Chandrayaan-2 was launched from the Satish Dhawan Space Centre at Sriharikota on-board GSLV Mk-III today (22nd July, 2019) at 2:43 pm. It was injected into an earth parking 170 X 40,400 km precise orbit. A series of manoeuvres will be carried out in the next couple of days to raise its orbit and put Chandrayaan-2 on Lunar Transfer Trajectory orbit. On entering Moon's sphere of influence, on-board thrusters will slow down the spacecraft for Lunar capture.

The previous launch suffered a jolt in the early hours of July 15 after a technical snag forced the Indian Space Research Organisation (ISRO) to call off the launch for the time being.

The Orbit of Chandrayaan-2 around the moon will be circularised to 100 X 100 km orbit through a series of orbital manoeuvres. On the day of landing, the lander will separate from the Orbiter and then perform a series of complex manoeuvres comprising of rough braking and fine braking. Imaging of the landing site region prior to landing will be done for finding safe and hazard-free zones.

The lander-Vikram will finally land near South Pole of the moon on 6th September 2019. Subsequently, Rover will roll out and carry out experiments on Lunar surface for a period of 1 Lunar day which is equal to 14 Earth days. Orbiter will continue its mission for a duration of one year.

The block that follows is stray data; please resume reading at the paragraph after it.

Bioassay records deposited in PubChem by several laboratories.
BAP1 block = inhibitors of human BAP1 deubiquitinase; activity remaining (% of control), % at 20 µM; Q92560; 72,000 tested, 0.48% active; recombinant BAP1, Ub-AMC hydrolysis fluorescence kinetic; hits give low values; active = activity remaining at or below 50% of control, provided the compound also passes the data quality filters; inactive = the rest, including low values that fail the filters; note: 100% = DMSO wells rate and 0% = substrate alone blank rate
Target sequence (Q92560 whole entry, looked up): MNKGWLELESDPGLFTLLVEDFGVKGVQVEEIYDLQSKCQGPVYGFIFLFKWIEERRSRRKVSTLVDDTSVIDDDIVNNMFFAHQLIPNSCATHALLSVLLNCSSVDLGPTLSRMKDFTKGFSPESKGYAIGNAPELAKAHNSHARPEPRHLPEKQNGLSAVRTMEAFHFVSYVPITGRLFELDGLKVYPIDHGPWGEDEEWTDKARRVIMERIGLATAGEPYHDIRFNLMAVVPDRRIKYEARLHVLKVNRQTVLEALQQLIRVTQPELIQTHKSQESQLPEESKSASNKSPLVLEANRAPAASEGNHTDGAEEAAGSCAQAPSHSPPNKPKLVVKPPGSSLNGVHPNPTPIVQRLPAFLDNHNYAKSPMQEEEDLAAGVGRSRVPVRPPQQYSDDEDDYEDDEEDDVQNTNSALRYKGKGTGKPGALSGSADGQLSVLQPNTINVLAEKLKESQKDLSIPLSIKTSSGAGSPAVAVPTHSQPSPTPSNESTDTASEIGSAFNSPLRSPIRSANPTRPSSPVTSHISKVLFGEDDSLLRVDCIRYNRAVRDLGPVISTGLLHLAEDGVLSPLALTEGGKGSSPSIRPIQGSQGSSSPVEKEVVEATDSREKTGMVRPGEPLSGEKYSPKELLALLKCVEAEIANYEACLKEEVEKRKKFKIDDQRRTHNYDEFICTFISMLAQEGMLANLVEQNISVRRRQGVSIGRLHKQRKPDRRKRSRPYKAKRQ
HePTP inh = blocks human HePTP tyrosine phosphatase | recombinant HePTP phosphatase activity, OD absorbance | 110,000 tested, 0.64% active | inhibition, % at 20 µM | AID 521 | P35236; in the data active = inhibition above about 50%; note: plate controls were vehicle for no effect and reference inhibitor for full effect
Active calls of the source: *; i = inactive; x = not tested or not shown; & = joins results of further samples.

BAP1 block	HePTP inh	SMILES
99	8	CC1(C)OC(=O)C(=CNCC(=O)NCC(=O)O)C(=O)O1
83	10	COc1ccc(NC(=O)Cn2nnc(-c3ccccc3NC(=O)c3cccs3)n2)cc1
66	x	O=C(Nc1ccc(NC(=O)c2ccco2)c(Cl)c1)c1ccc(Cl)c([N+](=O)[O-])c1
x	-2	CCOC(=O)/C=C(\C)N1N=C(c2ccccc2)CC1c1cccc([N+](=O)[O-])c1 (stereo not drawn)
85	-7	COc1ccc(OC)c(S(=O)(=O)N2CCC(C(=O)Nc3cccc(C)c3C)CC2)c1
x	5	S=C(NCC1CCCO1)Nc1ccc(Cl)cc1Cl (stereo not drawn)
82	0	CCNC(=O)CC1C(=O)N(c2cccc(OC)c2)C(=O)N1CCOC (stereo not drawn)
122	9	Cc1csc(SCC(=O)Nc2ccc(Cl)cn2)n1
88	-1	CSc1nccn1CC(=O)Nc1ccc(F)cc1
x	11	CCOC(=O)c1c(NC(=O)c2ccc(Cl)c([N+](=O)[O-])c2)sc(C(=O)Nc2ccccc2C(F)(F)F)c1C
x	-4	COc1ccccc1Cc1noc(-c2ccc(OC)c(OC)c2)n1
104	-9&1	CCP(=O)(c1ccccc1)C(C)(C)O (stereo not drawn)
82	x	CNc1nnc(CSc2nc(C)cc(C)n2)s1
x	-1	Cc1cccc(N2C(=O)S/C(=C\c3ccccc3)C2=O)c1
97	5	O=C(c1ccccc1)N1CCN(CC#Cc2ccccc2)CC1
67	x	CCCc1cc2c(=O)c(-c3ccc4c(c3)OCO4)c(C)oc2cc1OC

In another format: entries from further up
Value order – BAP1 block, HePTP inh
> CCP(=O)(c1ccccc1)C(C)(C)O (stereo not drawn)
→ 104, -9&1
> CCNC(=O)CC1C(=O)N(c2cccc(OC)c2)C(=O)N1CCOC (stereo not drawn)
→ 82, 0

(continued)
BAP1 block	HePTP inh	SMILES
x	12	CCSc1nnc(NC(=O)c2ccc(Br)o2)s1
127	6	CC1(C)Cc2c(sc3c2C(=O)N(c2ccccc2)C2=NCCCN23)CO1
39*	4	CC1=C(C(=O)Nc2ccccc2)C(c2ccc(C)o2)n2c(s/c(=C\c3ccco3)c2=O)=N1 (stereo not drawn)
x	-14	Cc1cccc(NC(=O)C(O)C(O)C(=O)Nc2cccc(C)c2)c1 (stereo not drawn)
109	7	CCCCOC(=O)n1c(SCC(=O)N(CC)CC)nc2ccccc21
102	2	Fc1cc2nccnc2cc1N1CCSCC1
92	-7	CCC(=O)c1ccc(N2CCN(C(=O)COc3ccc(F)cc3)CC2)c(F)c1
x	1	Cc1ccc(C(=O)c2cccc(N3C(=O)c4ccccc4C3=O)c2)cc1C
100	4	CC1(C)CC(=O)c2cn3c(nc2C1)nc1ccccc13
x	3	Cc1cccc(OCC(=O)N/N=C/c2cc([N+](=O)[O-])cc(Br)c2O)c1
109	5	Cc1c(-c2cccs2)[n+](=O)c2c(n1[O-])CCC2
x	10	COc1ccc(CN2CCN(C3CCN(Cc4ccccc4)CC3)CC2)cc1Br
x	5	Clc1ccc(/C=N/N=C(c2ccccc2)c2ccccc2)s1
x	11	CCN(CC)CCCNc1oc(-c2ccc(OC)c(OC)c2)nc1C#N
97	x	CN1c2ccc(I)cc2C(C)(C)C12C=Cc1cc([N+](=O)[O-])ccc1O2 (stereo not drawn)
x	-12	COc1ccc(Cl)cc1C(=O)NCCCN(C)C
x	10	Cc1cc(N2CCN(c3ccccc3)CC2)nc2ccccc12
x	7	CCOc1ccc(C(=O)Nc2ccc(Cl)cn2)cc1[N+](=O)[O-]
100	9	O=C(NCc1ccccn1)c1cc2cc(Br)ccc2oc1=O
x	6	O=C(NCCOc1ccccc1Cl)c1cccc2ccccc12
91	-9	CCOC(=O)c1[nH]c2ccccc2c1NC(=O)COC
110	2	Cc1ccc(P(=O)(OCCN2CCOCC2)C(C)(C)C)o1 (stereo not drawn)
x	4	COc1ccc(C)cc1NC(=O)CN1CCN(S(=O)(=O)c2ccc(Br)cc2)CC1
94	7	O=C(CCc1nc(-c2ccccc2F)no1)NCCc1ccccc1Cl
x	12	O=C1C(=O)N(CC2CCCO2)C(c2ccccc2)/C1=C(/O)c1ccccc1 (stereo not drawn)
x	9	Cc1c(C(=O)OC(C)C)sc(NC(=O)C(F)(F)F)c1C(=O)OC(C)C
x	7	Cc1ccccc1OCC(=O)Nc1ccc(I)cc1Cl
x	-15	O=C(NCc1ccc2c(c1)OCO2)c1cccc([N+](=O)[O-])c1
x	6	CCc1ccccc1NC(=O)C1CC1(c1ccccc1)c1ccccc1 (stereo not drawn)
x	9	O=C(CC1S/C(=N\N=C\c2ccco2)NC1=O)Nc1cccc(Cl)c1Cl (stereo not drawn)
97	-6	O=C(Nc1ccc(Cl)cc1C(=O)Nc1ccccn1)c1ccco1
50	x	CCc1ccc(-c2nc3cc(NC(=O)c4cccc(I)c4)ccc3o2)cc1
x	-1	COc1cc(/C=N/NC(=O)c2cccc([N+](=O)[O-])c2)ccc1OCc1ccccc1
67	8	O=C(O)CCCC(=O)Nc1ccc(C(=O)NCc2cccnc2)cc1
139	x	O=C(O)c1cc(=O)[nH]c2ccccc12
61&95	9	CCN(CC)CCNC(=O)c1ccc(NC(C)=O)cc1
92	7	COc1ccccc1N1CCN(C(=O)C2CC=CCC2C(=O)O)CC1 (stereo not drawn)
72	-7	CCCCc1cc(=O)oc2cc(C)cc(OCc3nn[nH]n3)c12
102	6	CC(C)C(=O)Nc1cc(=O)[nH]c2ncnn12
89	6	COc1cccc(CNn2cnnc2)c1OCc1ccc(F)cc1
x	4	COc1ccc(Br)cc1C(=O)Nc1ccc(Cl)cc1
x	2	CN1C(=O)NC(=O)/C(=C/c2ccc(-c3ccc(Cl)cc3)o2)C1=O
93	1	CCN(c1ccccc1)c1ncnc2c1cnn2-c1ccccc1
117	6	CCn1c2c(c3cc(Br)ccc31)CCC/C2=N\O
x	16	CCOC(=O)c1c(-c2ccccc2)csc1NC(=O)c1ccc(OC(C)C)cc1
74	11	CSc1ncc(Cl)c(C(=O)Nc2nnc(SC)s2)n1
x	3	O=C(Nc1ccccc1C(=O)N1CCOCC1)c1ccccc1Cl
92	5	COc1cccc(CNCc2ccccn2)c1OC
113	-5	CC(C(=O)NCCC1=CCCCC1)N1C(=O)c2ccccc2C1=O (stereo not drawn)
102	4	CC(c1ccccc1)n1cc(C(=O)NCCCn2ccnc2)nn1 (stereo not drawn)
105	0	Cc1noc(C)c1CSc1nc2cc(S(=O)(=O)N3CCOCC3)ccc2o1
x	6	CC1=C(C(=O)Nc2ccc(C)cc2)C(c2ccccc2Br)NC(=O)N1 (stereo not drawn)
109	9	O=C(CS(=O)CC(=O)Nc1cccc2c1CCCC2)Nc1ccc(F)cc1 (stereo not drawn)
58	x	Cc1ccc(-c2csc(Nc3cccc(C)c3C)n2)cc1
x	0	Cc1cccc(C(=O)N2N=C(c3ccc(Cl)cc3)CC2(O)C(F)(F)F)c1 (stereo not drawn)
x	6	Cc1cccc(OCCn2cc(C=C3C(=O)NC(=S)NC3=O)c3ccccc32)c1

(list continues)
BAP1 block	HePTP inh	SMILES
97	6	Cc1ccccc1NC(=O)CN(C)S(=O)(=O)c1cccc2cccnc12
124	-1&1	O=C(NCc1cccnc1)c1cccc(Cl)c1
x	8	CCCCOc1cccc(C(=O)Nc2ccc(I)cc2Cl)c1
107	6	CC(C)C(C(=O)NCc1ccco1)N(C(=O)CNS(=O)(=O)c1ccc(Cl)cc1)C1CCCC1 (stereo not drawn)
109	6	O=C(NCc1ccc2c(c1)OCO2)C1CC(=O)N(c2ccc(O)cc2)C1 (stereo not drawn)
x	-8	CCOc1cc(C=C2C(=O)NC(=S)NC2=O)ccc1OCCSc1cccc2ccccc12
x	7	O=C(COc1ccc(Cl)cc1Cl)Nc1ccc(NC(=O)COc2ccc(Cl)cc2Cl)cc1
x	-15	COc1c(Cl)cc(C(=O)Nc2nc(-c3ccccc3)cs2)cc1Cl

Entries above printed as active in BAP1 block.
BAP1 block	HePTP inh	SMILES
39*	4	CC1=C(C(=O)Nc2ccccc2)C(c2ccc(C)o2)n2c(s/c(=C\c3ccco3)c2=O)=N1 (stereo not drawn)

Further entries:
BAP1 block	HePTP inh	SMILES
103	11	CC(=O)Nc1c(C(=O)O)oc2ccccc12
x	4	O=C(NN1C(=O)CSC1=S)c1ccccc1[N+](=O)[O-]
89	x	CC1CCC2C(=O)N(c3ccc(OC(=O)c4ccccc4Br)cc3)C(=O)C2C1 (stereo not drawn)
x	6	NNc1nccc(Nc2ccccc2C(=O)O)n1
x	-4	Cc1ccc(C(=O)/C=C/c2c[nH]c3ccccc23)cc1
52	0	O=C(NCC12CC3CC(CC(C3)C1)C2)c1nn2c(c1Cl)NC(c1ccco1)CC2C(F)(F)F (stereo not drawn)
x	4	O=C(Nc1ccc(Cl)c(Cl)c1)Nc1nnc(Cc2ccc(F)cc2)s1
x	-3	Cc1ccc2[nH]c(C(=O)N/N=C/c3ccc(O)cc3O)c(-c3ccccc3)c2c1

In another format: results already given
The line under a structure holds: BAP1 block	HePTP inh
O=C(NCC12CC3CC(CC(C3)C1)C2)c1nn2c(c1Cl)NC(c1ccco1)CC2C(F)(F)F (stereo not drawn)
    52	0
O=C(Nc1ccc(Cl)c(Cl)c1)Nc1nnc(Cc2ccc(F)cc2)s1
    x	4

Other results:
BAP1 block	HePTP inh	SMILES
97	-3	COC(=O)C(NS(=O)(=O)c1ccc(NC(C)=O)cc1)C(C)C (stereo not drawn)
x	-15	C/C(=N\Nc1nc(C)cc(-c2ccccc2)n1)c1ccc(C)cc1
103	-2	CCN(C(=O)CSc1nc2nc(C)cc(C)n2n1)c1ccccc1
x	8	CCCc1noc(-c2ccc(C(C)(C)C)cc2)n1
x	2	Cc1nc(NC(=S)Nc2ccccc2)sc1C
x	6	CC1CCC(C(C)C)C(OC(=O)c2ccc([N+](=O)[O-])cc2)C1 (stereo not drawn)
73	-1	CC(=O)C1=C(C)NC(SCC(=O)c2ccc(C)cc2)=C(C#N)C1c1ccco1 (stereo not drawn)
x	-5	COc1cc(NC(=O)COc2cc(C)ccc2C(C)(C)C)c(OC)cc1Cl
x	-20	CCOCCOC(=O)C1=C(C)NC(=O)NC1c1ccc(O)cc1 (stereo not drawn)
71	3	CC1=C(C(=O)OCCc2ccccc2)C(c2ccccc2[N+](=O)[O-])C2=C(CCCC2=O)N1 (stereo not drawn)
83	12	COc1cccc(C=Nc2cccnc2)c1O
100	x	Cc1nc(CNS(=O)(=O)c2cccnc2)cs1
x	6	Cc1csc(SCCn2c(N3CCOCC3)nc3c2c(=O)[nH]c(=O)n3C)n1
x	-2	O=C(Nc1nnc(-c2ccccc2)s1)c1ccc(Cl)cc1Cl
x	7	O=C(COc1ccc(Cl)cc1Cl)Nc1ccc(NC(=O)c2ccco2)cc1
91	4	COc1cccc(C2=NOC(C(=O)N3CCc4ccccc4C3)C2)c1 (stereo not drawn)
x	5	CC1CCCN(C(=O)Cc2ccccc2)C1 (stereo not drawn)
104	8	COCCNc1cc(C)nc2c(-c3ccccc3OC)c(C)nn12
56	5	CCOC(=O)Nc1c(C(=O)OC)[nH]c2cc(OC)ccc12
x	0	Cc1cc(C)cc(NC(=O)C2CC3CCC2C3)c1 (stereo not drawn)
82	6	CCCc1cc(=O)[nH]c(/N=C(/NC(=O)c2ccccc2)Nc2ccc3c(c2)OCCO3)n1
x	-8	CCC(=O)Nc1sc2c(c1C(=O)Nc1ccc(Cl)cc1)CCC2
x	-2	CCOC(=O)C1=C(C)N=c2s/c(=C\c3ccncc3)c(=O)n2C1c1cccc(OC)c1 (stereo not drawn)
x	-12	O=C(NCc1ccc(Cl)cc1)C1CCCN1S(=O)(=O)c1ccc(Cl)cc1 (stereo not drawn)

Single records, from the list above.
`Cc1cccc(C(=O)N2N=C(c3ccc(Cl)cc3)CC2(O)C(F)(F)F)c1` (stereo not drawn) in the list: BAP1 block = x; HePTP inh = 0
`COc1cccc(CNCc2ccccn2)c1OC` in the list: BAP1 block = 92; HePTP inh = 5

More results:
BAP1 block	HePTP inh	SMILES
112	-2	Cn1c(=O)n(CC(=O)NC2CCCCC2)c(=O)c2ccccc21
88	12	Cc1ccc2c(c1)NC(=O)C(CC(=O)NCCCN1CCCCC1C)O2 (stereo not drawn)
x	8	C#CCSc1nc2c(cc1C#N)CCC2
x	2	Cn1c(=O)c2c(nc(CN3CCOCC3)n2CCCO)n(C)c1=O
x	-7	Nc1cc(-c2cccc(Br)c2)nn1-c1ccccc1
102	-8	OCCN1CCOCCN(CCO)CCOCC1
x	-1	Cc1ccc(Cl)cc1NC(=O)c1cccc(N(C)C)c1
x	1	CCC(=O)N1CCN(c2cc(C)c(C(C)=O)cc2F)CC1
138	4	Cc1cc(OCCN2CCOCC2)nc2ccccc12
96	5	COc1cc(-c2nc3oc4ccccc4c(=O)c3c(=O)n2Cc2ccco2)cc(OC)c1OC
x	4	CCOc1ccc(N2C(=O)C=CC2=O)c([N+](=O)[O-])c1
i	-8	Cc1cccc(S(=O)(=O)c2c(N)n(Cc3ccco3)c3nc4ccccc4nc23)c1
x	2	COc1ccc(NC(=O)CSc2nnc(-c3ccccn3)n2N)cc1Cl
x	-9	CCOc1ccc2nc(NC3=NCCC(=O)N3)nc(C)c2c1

The Chandrayaan-2 launch took place in the same week as the 50th anniversary of the Apollo 11 mission, which placed humans on the Moon for the first time. On July 16, 1969, the Apollo 11 spacecraft blasted off into space. Four days later on July 20, the Apollo 11 craft landed on the Moon. Neil Armstrong and Buzz Aldrin -- both American astronauts -- made history by becoming the first men to walk on the Moon.

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